• Parmartha says:

          You miss my point, Kusum.

          Your description of Rishikesh, Hardiwar, etc. is correct and also unique to India. If at bottom there was not a historic democratic spirit in India, inculcated from the British, such things would be impossible. It makes India loveable, compared with so many other undemocratic nation-states, where such things would and have been closed down mercilessly.

          Many ashrams, etc. are hidden commercial enterprises, but not all. There are some gems also, and they shine brightly to those who can see.

          • frank says:


            In a land where there is a law against nakedness
            In your own house,
            The oldest religion worships
            Holy men who wander around bollock-naked.

            Thus brazenly clothed in contradiction
            India mashes your mind
            Like an insane old man
            Stomping and trampling a well-kept garden.

          • shantam prem says:

            Parmartha, can you tell about some gems ashrams in India or abroad? Thanks in advance.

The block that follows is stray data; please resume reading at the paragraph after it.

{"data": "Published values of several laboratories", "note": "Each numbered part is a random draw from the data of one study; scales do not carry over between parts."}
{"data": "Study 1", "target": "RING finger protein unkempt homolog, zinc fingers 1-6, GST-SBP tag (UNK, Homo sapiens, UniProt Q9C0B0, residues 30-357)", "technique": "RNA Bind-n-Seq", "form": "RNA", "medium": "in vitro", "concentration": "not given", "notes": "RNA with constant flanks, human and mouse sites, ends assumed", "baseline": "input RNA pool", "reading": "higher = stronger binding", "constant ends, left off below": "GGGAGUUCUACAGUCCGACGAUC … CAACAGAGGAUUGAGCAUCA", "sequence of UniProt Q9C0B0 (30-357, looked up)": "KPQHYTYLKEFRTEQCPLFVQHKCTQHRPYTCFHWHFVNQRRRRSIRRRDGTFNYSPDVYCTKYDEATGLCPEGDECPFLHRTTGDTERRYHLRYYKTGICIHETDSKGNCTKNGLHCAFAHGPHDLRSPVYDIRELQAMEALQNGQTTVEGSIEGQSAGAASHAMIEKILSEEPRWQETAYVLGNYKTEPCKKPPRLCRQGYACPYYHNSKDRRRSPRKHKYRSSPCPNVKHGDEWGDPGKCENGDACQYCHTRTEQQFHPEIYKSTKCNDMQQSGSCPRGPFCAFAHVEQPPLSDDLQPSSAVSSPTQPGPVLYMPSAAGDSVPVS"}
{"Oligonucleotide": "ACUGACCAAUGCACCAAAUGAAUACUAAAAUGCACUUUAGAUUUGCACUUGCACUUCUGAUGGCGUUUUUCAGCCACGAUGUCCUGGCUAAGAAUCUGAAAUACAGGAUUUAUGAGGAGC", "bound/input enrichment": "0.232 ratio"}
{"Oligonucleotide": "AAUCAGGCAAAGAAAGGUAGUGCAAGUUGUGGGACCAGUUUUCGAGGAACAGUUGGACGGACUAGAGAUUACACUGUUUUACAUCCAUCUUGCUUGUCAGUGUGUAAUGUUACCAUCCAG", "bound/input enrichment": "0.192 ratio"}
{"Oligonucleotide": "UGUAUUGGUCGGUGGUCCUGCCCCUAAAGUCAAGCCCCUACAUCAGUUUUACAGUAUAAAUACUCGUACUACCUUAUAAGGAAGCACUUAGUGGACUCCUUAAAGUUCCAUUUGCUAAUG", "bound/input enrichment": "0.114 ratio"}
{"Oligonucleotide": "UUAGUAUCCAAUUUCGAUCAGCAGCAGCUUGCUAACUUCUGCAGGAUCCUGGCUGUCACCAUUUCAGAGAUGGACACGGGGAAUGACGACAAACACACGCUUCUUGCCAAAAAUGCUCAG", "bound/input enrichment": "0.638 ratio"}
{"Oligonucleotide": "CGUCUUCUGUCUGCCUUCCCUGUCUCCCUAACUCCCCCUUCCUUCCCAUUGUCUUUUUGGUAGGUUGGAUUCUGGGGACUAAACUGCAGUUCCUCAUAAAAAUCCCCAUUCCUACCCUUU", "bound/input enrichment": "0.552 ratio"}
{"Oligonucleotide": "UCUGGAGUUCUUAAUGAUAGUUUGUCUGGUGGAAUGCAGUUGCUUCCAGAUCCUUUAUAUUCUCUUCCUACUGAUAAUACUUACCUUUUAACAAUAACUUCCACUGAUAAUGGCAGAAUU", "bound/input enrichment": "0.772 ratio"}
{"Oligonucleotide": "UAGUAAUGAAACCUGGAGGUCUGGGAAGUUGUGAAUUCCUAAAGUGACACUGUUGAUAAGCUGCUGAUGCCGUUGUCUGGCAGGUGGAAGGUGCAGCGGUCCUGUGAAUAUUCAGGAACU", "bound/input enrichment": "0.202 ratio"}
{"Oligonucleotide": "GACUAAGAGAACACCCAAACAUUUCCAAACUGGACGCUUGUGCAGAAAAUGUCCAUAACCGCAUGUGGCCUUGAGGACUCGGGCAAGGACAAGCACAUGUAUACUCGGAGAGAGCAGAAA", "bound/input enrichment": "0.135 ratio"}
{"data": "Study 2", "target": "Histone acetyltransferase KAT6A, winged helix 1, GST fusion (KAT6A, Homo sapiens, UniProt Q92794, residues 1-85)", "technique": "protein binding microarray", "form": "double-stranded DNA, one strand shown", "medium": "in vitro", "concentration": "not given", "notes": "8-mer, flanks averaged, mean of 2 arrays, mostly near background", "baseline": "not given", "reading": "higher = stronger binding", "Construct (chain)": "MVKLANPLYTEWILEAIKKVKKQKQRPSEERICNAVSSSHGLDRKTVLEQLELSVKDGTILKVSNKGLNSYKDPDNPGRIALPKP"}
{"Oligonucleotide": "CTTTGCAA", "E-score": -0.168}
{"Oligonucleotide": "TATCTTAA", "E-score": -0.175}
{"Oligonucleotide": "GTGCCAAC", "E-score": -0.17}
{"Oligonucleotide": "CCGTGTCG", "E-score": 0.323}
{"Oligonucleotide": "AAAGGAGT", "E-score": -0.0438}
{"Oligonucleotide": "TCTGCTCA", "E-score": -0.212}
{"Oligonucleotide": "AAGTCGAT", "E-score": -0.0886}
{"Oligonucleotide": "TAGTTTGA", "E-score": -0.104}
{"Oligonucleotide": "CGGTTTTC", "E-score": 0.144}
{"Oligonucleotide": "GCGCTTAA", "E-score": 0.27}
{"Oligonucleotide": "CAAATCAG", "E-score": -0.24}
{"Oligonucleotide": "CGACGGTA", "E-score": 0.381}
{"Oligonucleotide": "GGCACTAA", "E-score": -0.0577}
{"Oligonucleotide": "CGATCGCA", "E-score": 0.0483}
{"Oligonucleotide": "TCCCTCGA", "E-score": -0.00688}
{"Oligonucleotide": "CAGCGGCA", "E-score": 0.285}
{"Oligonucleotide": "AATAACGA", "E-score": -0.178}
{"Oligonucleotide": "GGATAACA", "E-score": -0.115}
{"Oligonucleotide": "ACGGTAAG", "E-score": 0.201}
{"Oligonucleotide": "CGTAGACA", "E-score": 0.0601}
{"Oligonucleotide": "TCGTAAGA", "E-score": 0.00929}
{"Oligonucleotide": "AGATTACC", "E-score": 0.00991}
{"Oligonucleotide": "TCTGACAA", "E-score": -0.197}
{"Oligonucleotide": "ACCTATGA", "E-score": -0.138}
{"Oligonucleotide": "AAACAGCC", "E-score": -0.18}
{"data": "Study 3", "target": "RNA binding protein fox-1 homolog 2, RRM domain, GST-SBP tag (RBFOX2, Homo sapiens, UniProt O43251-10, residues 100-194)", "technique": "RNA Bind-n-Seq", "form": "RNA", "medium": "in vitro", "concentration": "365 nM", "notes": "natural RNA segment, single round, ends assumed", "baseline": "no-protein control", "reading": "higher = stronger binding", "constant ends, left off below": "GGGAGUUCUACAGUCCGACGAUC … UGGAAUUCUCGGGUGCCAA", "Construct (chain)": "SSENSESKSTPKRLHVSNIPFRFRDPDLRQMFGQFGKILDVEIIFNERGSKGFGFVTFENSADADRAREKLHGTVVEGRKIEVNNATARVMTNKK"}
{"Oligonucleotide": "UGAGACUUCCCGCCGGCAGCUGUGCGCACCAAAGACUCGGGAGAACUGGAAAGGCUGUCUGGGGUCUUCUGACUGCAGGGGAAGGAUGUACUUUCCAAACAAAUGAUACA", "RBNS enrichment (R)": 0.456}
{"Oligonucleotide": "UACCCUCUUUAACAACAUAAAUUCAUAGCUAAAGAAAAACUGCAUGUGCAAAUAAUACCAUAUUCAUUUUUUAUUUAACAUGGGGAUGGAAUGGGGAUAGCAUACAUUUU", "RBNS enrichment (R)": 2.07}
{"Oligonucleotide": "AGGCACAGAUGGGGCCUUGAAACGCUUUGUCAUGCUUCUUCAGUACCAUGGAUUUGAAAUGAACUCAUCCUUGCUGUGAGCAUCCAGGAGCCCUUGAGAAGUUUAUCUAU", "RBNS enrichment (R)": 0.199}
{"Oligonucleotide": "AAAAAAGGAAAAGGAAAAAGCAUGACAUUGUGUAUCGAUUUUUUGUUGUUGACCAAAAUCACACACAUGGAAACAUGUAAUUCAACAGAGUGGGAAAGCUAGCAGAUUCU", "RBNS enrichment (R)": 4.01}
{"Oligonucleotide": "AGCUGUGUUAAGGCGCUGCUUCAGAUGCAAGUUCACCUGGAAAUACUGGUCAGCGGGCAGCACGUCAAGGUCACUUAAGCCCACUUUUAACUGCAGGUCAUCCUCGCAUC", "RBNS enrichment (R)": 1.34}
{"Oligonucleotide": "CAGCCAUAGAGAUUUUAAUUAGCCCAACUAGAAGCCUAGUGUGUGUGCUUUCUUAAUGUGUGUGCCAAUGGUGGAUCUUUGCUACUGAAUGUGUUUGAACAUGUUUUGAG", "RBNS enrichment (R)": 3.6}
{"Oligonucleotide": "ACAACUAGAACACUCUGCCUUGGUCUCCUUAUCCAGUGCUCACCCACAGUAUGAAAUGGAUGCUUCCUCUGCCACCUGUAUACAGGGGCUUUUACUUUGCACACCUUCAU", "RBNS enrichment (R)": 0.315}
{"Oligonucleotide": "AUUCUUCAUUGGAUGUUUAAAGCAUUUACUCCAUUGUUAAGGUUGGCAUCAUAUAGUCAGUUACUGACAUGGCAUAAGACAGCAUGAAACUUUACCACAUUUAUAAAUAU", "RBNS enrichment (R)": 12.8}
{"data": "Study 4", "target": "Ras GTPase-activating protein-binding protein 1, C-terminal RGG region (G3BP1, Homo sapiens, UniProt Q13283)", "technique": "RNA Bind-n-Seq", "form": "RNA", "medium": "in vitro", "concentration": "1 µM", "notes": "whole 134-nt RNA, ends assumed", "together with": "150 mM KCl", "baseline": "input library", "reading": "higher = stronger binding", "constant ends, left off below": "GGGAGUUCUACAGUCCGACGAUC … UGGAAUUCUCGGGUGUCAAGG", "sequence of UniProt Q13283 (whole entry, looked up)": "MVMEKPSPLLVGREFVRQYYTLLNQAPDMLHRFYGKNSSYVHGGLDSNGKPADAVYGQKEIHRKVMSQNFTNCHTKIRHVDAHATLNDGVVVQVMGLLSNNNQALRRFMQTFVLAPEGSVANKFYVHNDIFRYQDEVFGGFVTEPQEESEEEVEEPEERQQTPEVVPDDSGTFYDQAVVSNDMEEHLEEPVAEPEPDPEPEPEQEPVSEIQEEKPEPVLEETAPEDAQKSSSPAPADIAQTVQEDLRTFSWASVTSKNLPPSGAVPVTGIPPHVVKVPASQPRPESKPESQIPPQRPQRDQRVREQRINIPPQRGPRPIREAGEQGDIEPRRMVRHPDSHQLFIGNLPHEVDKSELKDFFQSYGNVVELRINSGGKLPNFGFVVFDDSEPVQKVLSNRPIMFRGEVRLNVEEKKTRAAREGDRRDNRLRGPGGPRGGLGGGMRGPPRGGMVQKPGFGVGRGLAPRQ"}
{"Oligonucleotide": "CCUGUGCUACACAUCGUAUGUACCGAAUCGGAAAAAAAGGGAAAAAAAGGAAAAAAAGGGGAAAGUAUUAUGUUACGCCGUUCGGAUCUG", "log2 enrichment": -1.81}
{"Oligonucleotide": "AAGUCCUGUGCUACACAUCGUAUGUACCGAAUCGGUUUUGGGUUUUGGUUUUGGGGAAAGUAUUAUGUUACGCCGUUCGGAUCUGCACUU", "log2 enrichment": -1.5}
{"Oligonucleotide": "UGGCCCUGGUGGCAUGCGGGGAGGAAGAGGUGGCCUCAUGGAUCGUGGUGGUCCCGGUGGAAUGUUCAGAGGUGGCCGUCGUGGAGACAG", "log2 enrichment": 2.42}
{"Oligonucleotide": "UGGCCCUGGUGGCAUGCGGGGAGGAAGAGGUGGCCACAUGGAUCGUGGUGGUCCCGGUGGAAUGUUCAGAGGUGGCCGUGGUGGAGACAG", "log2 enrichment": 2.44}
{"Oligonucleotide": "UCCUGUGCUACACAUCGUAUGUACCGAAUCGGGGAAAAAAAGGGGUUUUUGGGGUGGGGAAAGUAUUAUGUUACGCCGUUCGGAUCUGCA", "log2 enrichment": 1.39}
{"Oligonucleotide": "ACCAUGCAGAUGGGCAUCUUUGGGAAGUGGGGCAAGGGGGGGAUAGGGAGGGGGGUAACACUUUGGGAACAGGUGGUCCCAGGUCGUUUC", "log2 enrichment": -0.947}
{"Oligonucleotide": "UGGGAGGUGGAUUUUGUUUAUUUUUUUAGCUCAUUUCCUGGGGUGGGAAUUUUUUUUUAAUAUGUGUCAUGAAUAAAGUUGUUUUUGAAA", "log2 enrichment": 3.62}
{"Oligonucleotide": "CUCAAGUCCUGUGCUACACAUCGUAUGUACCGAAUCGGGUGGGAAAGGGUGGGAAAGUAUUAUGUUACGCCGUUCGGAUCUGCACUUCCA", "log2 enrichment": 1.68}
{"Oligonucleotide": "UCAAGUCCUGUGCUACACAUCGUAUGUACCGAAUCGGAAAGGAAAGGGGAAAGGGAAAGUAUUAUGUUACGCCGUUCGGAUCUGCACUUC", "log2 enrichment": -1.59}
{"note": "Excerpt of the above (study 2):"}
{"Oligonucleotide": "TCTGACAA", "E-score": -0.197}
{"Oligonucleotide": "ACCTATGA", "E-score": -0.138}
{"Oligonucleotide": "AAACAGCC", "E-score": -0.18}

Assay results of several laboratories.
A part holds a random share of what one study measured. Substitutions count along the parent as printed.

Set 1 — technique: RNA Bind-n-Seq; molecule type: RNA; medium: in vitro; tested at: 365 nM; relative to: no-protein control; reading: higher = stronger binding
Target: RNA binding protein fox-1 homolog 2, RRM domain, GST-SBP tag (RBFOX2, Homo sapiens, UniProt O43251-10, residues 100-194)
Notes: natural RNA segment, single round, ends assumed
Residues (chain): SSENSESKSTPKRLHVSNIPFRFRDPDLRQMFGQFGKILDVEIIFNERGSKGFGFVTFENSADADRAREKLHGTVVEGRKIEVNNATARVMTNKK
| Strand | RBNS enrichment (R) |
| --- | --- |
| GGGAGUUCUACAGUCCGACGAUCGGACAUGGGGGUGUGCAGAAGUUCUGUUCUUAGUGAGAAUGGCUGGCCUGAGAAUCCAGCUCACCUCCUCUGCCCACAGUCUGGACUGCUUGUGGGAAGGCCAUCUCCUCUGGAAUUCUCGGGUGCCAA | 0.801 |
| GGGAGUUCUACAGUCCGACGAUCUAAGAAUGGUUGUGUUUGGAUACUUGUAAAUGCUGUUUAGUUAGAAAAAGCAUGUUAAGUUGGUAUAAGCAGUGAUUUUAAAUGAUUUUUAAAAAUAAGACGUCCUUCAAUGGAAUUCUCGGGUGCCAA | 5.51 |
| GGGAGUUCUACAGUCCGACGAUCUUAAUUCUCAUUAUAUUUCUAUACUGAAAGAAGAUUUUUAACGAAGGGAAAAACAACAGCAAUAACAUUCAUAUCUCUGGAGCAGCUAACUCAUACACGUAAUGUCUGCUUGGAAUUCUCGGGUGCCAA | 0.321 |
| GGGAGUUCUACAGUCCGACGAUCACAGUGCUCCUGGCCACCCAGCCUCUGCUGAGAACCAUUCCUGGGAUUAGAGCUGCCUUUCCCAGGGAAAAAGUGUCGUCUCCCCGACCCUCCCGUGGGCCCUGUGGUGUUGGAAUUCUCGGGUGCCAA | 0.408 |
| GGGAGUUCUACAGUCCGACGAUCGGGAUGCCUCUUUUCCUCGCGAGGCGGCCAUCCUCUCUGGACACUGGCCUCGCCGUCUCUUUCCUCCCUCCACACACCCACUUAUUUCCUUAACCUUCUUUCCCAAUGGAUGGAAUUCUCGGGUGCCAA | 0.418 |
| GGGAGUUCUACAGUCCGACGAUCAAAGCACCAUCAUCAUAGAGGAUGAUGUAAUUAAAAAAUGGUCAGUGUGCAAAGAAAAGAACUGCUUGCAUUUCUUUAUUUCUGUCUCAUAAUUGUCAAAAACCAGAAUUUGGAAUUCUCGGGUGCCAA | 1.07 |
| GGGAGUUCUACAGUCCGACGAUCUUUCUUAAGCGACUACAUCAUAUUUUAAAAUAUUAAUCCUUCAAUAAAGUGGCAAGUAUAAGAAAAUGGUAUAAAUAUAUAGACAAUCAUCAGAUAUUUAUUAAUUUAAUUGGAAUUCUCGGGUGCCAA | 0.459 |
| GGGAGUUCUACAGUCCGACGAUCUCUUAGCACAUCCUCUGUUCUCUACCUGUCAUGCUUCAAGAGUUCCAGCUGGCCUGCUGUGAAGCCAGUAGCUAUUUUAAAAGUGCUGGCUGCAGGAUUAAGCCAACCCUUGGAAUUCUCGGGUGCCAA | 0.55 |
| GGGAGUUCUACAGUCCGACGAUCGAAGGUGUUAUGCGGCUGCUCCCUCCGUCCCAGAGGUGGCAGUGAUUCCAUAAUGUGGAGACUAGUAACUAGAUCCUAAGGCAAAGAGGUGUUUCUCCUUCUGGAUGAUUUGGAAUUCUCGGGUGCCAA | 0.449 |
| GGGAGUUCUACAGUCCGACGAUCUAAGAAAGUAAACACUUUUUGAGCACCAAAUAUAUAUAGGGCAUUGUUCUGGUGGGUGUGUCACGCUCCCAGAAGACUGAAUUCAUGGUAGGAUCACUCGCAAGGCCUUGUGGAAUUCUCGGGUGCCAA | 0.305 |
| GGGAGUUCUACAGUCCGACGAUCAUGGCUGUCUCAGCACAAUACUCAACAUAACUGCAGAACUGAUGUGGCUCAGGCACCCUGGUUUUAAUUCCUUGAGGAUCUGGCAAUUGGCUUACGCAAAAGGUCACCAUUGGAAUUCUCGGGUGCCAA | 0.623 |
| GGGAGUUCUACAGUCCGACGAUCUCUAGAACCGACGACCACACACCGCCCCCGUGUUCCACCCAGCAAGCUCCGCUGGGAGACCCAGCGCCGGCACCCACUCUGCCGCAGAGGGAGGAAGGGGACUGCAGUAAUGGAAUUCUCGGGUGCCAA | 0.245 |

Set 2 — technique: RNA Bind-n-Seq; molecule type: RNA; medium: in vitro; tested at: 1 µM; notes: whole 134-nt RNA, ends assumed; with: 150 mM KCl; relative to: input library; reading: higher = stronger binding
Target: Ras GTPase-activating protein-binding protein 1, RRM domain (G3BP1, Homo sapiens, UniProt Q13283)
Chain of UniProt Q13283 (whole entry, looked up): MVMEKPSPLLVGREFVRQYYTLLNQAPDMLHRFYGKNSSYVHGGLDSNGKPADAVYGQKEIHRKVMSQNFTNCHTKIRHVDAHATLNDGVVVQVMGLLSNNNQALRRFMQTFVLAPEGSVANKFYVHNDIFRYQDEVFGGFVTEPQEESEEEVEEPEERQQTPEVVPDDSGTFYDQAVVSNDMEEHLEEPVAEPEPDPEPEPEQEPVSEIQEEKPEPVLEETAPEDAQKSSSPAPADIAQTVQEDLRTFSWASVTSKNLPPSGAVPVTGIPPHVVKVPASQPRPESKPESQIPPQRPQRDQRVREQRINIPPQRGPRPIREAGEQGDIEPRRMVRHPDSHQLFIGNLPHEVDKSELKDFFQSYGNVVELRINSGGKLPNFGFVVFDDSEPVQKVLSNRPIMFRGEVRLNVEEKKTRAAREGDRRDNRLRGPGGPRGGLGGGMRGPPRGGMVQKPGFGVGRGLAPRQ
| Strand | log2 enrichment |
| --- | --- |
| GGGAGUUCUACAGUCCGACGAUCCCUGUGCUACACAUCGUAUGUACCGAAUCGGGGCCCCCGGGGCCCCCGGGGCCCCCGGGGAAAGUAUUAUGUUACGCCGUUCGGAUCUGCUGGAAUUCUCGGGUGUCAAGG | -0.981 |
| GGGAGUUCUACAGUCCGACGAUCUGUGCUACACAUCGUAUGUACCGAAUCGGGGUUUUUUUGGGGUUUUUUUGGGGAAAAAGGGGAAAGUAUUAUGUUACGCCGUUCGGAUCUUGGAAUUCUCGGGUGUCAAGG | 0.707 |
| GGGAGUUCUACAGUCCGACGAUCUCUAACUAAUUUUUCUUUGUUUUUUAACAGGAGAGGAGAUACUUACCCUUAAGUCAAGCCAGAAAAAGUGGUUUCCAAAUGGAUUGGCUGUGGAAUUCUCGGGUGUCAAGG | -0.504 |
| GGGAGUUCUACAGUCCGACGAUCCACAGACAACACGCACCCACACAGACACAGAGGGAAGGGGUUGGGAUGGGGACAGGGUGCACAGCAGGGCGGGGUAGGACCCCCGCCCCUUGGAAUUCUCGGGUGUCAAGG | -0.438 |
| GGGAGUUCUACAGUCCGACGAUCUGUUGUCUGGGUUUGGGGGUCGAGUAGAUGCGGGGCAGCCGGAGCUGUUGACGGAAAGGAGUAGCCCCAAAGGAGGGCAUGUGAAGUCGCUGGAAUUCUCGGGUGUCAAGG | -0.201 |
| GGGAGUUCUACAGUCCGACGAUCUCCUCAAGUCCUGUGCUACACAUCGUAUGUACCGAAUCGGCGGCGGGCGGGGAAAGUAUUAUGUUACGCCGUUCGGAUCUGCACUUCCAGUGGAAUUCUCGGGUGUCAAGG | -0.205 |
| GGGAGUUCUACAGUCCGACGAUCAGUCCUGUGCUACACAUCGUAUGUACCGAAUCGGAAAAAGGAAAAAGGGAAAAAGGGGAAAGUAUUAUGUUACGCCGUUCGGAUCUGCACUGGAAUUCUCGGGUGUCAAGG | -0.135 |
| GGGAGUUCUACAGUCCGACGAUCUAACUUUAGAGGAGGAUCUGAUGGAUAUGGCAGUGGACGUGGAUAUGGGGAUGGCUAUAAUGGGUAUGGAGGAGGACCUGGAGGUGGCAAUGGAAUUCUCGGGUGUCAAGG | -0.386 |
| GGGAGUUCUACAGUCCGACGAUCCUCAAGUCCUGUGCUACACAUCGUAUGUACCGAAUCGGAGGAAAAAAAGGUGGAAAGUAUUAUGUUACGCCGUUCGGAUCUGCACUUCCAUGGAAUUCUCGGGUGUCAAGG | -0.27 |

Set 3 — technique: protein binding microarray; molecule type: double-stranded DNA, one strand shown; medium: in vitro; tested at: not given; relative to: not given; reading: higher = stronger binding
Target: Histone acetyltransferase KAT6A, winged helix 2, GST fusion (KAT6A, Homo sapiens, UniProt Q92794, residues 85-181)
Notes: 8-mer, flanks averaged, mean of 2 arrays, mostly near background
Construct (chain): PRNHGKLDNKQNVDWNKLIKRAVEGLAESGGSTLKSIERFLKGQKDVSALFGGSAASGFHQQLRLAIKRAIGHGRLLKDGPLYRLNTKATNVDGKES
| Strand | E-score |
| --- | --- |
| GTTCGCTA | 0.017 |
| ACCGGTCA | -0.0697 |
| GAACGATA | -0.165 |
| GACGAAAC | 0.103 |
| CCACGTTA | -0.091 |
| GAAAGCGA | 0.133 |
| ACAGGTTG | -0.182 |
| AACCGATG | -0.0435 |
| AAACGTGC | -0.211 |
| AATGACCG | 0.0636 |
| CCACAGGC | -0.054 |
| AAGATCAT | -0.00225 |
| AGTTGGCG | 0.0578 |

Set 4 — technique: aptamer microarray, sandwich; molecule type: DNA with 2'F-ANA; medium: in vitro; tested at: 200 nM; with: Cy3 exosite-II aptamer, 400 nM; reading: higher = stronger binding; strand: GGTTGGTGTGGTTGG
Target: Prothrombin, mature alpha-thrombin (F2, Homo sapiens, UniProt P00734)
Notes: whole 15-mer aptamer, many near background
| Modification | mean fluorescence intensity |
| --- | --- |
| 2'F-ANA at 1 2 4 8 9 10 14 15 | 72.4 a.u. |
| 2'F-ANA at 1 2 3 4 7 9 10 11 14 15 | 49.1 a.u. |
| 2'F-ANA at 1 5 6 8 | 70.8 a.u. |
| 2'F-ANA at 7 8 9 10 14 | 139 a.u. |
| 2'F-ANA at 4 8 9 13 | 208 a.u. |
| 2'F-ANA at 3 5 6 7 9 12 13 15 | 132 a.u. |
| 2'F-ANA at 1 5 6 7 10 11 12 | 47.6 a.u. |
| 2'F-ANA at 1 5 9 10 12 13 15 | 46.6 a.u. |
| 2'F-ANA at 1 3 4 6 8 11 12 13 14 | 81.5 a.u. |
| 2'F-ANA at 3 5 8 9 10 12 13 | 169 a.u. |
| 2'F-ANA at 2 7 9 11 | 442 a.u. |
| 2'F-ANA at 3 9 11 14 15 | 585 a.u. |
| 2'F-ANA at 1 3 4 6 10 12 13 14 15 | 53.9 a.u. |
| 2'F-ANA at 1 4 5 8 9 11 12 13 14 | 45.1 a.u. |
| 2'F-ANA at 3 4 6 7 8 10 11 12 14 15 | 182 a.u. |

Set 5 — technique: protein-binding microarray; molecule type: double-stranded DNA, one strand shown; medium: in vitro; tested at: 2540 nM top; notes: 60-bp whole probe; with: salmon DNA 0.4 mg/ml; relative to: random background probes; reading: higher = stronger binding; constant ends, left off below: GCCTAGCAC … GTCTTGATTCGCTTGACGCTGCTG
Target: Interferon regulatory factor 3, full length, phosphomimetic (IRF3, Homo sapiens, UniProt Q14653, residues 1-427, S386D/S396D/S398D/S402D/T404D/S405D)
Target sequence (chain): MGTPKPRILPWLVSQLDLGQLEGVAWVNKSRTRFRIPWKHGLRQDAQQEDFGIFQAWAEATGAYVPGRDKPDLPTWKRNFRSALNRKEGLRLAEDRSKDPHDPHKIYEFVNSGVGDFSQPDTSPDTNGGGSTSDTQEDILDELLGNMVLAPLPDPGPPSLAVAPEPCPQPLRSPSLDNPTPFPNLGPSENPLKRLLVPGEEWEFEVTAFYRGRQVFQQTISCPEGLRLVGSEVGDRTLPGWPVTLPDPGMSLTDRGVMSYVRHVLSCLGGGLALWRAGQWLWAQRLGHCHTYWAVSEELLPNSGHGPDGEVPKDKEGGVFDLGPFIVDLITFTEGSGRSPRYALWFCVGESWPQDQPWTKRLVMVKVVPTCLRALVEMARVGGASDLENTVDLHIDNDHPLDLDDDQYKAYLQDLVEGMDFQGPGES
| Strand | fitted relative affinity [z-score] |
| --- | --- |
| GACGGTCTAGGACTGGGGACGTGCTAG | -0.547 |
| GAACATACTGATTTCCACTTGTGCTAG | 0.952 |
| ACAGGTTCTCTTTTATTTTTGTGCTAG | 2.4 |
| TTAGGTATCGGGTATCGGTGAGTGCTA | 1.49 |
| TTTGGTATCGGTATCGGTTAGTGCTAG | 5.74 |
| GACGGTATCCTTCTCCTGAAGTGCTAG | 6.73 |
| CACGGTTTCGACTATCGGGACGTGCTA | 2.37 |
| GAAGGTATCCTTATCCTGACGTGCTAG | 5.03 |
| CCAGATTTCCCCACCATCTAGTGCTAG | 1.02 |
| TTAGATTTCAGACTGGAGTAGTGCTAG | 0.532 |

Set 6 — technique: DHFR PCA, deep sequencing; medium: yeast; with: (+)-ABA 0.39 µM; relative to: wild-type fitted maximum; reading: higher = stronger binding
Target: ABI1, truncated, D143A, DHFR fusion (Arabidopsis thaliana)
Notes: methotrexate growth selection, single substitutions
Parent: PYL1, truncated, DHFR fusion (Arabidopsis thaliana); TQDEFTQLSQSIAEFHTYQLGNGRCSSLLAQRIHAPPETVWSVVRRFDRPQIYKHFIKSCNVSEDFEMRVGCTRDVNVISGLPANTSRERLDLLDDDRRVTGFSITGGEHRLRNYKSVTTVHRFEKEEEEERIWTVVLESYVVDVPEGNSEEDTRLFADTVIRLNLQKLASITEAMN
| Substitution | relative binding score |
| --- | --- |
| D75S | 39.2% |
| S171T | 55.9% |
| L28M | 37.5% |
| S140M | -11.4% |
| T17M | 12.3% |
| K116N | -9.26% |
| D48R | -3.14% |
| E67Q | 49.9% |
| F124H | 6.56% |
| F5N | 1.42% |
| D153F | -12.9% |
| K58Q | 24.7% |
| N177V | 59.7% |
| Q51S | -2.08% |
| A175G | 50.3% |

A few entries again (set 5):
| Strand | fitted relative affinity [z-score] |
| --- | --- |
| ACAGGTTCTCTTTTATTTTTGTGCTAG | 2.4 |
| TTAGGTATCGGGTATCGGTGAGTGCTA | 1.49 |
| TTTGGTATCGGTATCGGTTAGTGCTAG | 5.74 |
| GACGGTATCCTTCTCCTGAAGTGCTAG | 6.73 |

• Parmartha says:

              Neelam’s place in the Himalayas, Arun’s place in Nepal (and several other ashrams there) a sannyasin woman who has a sort of school/commune in Rishikesh, etc…

              Don’t miss my main point that in many nation states such places would be closed down within months.

          • kusum says:

            Ah…democracy – & do not forget railways, roads, bridges, telegraphy, ports, cricket, polo, hockey, Dettol, penicillin etc. too.

            Lot to learn from history. Haven’t visited India for long time though as crowd, heat & dust there are unbearable.

        • sw. veet (francesco) says:

          Kusum, I also missed his point, but as Arhata has my sympathy, I guess, about Iraq, he has also that one of Bambi, I mean T. Bliar.

          Just let him play with the little bird for his friends, ever so close to each other as now. But I suspect it to be just a diversion, as in the times of the wonderful 5 boys of Cambridge.


          POST EDITED.

      • shantam prem says:

        Arhata Osho…